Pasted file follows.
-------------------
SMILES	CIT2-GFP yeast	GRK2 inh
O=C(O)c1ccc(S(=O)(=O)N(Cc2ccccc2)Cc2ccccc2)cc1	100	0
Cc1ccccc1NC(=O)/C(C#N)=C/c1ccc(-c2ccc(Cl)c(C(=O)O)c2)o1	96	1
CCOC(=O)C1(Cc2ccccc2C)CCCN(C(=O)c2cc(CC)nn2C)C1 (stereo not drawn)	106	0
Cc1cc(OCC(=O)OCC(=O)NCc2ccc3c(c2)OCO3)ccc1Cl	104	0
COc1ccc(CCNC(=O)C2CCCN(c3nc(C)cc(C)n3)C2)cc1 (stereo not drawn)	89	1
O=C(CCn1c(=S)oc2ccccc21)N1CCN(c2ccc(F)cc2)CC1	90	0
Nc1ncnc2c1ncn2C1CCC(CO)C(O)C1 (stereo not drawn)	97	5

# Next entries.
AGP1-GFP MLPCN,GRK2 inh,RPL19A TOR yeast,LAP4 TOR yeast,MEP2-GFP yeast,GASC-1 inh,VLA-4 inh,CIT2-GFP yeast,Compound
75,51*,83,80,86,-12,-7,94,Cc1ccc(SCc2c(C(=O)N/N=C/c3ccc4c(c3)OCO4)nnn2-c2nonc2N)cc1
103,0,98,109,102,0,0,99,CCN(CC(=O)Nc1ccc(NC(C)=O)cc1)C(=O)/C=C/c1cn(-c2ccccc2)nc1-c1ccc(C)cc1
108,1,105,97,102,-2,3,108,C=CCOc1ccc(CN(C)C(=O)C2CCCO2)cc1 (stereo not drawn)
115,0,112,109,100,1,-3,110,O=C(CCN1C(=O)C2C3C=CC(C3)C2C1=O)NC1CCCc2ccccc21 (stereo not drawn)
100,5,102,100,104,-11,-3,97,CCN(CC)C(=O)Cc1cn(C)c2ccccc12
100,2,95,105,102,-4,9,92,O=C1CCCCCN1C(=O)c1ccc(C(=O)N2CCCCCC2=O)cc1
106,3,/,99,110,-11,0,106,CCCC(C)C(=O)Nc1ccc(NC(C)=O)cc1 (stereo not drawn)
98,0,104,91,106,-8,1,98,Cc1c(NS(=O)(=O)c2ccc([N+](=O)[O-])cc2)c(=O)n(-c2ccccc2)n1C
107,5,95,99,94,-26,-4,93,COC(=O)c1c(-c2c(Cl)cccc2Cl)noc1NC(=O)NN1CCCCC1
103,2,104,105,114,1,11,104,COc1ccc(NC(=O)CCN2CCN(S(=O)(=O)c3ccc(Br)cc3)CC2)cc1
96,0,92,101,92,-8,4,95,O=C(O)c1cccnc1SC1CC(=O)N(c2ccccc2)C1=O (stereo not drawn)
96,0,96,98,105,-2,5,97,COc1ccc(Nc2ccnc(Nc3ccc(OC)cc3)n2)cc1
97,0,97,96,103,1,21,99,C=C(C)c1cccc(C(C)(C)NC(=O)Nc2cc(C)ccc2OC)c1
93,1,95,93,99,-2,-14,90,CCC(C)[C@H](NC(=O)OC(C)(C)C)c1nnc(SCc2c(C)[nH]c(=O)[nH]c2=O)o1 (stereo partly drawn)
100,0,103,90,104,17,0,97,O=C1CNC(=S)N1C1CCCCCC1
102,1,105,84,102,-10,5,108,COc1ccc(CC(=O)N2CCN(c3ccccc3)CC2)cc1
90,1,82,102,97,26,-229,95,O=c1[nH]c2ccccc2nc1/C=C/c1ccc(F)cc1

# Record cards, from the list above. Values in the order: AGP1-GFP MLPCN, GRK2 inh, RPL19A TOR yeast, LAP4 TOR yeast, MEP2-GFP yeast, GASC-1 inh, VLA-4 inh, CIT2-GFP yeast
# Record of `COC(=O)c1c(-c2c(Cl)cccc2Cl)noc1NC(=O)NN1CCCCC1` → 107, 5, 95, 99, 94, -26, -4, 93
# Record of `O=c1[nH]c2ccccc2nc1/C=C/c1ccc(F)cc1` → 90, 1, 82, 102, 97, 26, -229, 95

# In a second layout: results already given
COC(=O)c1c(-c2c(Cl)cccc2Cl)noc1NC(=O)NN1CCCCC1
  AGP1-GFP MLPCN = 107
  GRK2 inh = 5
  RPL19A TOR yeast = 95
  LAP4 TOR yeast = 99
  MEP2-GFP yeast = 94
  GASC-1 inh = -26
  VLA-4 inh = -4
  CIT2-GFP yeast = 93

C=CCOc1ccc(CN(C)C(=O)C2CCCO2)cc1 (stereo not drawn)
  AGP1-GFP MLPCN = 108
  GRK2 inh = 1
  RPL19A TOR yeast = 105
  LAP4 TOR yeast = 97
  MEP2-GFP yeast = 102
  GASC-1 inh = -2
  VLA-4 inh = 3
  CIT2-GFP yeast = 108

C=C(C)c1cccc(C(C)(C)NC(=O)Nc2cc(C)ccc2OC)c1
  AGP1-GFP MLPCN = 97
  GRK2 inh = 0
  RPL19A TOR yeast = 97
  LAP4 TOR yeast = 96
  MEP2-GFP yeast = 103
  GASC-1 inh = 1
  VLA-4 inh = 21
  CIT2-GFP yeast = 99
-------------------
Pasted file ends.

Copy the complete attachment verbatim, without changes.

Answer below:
SMILES	CIT2-GFP yeast	GRK2 inh
O=C(O)c1ccc(S(=O)(=O)N(Cc2ccccc2)Cc2ccccc2)cc1	100	0
Cc1ccccc1NC(=O)/C(C#N)=C/c1ccc(-c2ccc(Cl)c(C(=O)O)c2)o1	96	1
CCOC(=O)C1(Cc2ccccc2C)CCCN(C(=O)c2cc(CC)nn2C)C1 (stereo not drawn)	106	0
Cc1cc(OCC(=O)OCC(=O)NCc2ccc3c(c2)OCO3)ccc1Cl	104	0
COc1ccc(CCNC(=O)C2CCCN(c3nc(C)cc(C)n3)C2)cc1 (stereo not drawn)	89	1
O=C(CCn1c(=S)oc2ccccc21)N1CCN(c2ccc(F)cc2)CC1	90	0
Nc1ncnc2c1ncn2C1CCC(CO)C(O)C1 (stereo not drawn)	97	5

# Next entries.
AGP1-GFP MLPCN,GRK2 inh,RPL19A TOR yeast,LAP4 TOR yeast,MEP2-GFP yeast,GASC-1 inh,VLA-4 inh,CIT2-GFP yeast,Compound
75,51*,83,80,86,-12,-7,94,Cc1ccc(SCc2c(C(=O)N/N=C/c3ccc4c(c3)OCO4)nnn2-c2nonc2N)cc1
103,0,98,109,102,0,0,99,CCN(CC(=O)Nc1ccc(NC(C)=O)cc1)C(=O)/C=C/c1cn(-c2ccccc2)nc1-c1ccc(C)cc1
108,1,105,97,102,-2,3,108,C=CCOc1ccc(CN(C)C(=O)C2CCCO2)cc1 (stereo not drawn)
115,0,112,109,100,1,-3,110,O=C(CCN1C(=O)C2C3C=CC(C3)C2C1=O)NC1CCCc2ccccc21 (stereo not drawn)
100,5,102,100,104,-11,-3,97,CCN(CC)C(=O)Cc1cn(C)c2ccccc12
100,2,95,105,102,-4,9,92,O=C1CCCCCN1C(=O)c1ccc(C(=O)N2CCCCCC2=O)cc1
106,3,/,99,110,-11,0,106,CCCC(C)C(=O)Nc1ccc(NC(C)=O)cc1 (stereo not drawn)
98,0,104,91,106,-8,1,98,Cc1c(NS(=O)(=O)c2ccc([N+](=O)[O-])cc2)c(=O)n(-c2ccccc2)n1C
107,5,95,99,94,-26,-4,93,COC(=O)c1c(-c2c(Cl)cccc2Cl)noc1NC(=O)NN1CCCCC1
103,2,104,105,114,1,11,104,COc1ccc(NC(=O)CCN2CCN(S(=O)(=O)c3ccc(Br)cc3)CC2)cc1
96,0,92,101,92,-8,4,95,O=C(O)c1cccnc1SC1CC(=O)N(c2ccccc2)C1=O (stereo not drawn)
96,0,96,98,105,-2,5,97,COc1ccc(Nc2ccnc(Nc3ccc(OC)cc3)n2)cc1
97,0,97,96,103,1,21,99,C=C(C)c1cccc(C(C)(C)NC(=O)Nc2cc(C)ccc2OC)c1
93,1,95,93,99,-2,-14,90,CCC(C)[C@H](NC(=O)OC(C)(C)C)c1nnc(SCc2c(C)[nH]c(=O)[nH]c2=O)o1 (stereo partly drawn)
100,0,103,90,104,17,0,97,O=C1CNC(=S)N1C1CCCCCC1
102,1,105,84,102,-10,5,108,COc1ccc(CC(=O)N2CCN(c3ccccc3)CC2)cc1
90,1,82,102,97,26,-229,95,O=c1[nH]c2ccccc2nc1/C=C/c1ccc(F)cc1

# Record cards, from the list above. Values in the order: AGP1-GFP MLPCN, GRK2 inh, RPL19A TOR yeast, LAP4 TOR yeast, MEP2-GFP yeast, GASC-1 inh, VLA-4 inh, CIT2-GFP yeast
# Record of `COC(=O)c1c(-c2c(Cl)cccc2Cl)noc1NC(=O)NN1CCCCC1` → 107, 5, 95, 99, 94, -26, -4, 93
# Record of `O=c1[nH]c2ccccc2nc1/C=C/c1ccc(F)cc1` → 90, 1, 82, 102, 97, 26, -229, 95

# In a second layout: results already given
COC(=O)c1c(-c2c(Cl)cccc2Cl)noc1NC(=O)NN1CCCCC1
  AGP1-GFP MLPCN = 107
  GRK2 inh = 5
  RPL19A TOR yeast = 95
  LAP4 TOR yeast = 99
  MEP2-GFP yeast = 94
  GASC-1 inh = -26
  VLA-4 inh = -4
  CIT2-GFP yeast = 93

C=CCOc1ccc(CN(C)C(=O)C2CCCO2)cc1 (stereo not drawn)
  AGP1-GFP MLPCN = 108
  GRK2 inh = 1
  RPL19A TOR yeast = 105
  LAP4 TOR yeast = 97
  MEP2-GFP yeast = 102
  GASC-1 inh = -2
  VLA-4 inh = 3
  CIT2-GFP yeast = 108

C=C(C)c1cccc(C(C)(C)NC(=O)Nc2cc(C)ccc2OC)c1
  AGP1-GFP MLPCN = 97
  GRK2 inh = 0
  RPL19A TOR yeast = 97
  LAP4 TOR yeast = 96
  MEP2-GFP yeast = 103
  GASC-1 inh = 1
  VLA-4 inh = 21
  CIT2-GFP yeast = 99